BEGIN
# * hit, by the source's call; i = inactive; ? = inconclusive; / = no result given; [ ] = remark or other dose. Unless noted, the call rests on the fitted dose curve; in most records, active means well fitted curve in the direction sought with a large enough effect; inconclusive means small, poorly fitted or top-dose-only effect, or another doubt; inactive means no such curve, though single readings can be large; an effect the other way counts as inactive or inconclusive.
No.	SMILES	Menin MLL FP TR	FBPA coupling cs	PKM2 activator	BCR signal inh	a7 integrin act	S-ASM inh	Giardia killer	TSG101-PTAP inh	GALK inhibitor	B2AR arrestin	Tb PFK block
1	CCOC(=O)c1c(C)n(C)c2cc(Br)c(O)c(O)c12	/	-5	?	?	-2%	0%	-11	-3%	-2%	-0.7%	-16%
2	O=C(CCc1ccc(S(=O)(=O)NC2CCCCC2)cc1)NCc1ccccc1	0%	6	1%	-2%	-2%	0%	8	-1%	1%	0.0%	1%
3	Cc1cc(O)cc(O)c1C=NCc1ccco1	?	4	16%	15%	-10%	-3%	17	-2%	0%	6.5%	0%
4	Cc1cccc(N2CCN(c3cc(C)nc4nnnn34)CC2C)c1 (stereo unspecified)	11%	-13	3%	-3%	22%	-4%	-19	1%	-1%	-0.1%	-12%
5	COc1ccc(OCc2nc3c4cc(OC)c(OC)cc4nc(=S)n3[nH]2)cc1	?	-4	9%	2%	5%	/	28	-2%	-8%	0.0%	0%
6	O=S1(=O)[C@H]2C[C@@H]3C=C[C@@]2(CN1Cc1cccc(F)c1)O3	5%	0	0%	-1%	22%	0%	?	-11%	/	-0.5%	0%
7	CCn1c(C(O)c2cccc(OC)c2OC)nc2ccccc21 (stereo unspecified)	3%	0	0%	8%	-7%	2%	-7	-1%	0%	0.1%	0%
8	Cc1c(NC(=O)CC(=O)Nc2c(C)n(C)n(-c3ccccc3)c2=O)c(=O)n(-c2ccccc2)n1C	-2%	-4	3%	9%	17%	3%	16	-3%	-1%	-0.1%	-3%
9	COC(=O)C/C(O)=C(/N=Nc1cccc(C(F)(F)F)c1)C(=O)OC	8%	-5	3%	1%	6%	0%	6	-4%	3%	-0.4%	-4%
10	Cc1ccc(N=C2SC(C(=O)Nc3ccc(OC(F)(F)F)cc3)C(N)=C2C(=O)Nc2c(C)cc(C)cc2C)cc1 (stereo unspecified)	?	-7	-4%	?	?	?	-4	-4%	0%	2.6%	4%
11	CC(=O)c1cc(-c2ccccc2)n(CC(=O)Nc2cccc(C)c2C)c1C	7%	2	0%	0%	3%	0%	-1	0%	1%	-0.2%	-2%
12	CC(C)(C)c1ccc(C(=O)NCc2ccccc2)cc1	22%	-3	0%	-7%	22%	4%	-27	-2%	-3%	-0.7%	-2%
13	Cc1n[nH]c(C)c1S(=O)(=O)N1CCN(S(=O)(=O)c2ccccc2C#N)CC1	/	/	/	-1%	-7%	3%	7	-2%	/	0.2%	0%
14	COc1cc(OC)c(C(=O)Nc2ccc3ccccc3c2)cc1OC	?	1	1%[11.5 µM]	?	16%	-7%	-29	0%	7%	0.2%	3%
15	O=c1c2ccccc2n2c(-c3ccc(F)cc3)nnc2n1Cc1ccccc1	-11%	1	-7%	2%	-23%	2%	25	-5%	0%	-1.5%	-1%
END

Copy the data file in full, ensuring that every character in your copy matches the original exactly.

# * hit, by the source's call; i = inactive; ? = inconclusive; / = no result given; [ ] = remark or other dose. Unless noted, the call rests on the fitted dose curve; in most records, active means well fitted curve in the direction sought with a large enough effect; inconclusive means small, poorly fitted or top-dose-only effect, or another doubt; inactive means no such curve, though single readings can be large; an effect the other way counts as inactive or inconclusive.
No.	SMILES	Menin MLL FP TR	FBPA coupling cs	PKM2 activator	BCR signal inh	a7 integrin act	S-ASM inh	Giardia killer	TSG101-PTAP inh	GALK inhibitor	B2AR arrestin	Tb PFK block
1	CCOC(=O)c1c(C)n(C)c2cc(Br)c(O)c(O)c12	/	-5	?	?	-2%	0%	-11	-3%	-2%	-0.7%	-16%
2	O=C(CCc1ccc(S(=O)(=O)NC2CCCCC2)cc1)NCc1ccccc1	0%	6	1%	-2%	-2%	0%	8	-1%	1%	0.0%	1%
3	Cc1cc(O)cc(O)c1C=NCc1ccco1	?	4	16%	15%	-10%	-3%	17	-2%	0%	6.5%	0%
4	Cc1cccc(N2CCN(c3cc(C)nc4nnnn34)CC2C)c1 (stereo unspecified)	11%	-13	3%	-3%	22%	-4%	-19	1%	-1%	-0.1%	-12%
5	COc1ccc(OCc2nc3c4cc(OC)c(OC)cc4nc(=S)n3[nH]2)cc1	?	-4	9%	2%	5%	/	28	-2%	-8%	0.0%	0%
6	O=S1(=O)[C@H]2C[C@@H]3C=C[C@@]2(CN1Cc1cccc(F)c1)O3	5%	0	0%	-1%	22%	0%	?	-11%	/	-0.5%	0%
7	CCn1c(C(O)c2cccc(OC)c2OC)nc2ccccc21 (stereo unspecified)	3%	0	0%	8%	-7%	2%	-7	-1%	0%	0.1%	0%
8	Cc1c(NC(=O)CC(=O)Nc2c(C)n(C)n(-c3ccccc3)c2=O)c(=O)n(-c2ccccc2)n1C	-2%	-4	3%	9%	17%	3%	16	-3%	-1%	-0.1%	-3%
9	COC(=O)C/C(O)=C(/N=Nc1cccc(C(F)(F)F)c1)C(=O)OC	8%	-5	3%	1%	6%	0%	6	-4%	3%	-0.4%	-4%
10	Cc1ccc(N=C2SC(C(=O)Nc3ccc(OC(F)(F)F)cc3)C(N)=C2C(=O)Nc2c(C)cc(C)cc2C)cc1 (stereo unspecified)	?	-7	-4%	?	?	?	-4	-4%	0%	2.6%	4%
11	CC(=O)c1cc(-c2ccccc2)n(CC(=O)Nc2cccc(C)c2C)c1C	7%	2	0%	0%	3%	0%	-1	0%	1%	-0.2%	-2%
12	CC(C)(C)c1ccc(C(=O)NCc2ccccc2)cc1	22%	-3	0%	-7%	22%	4%	-27	-2%	-3%	-0.7%	-2%
13	Cc1n[nH]c(C)c1S(=O)(=O)N1CCN(S(=O)(=O)c2ccccc2C#N)CC1	/	/	/	-1%	-7%	3%	7	-2%	/	0.2%	0%
14	COc1cc(OC)c(C(=O)Nc2ccc3ccccc3c2)cc1OC	?	1	1%[11.5 µM]	?	16%	-7%	-29	0%	7%	0.2%	3%
15	O=c1c2ccccc2n2c(-c3ccc(F)cc3)nnc2n1Cc1ccccc1	-11%	1	-7%	2%	-23%	2%	25	-5%	0%	-1.5%	-1%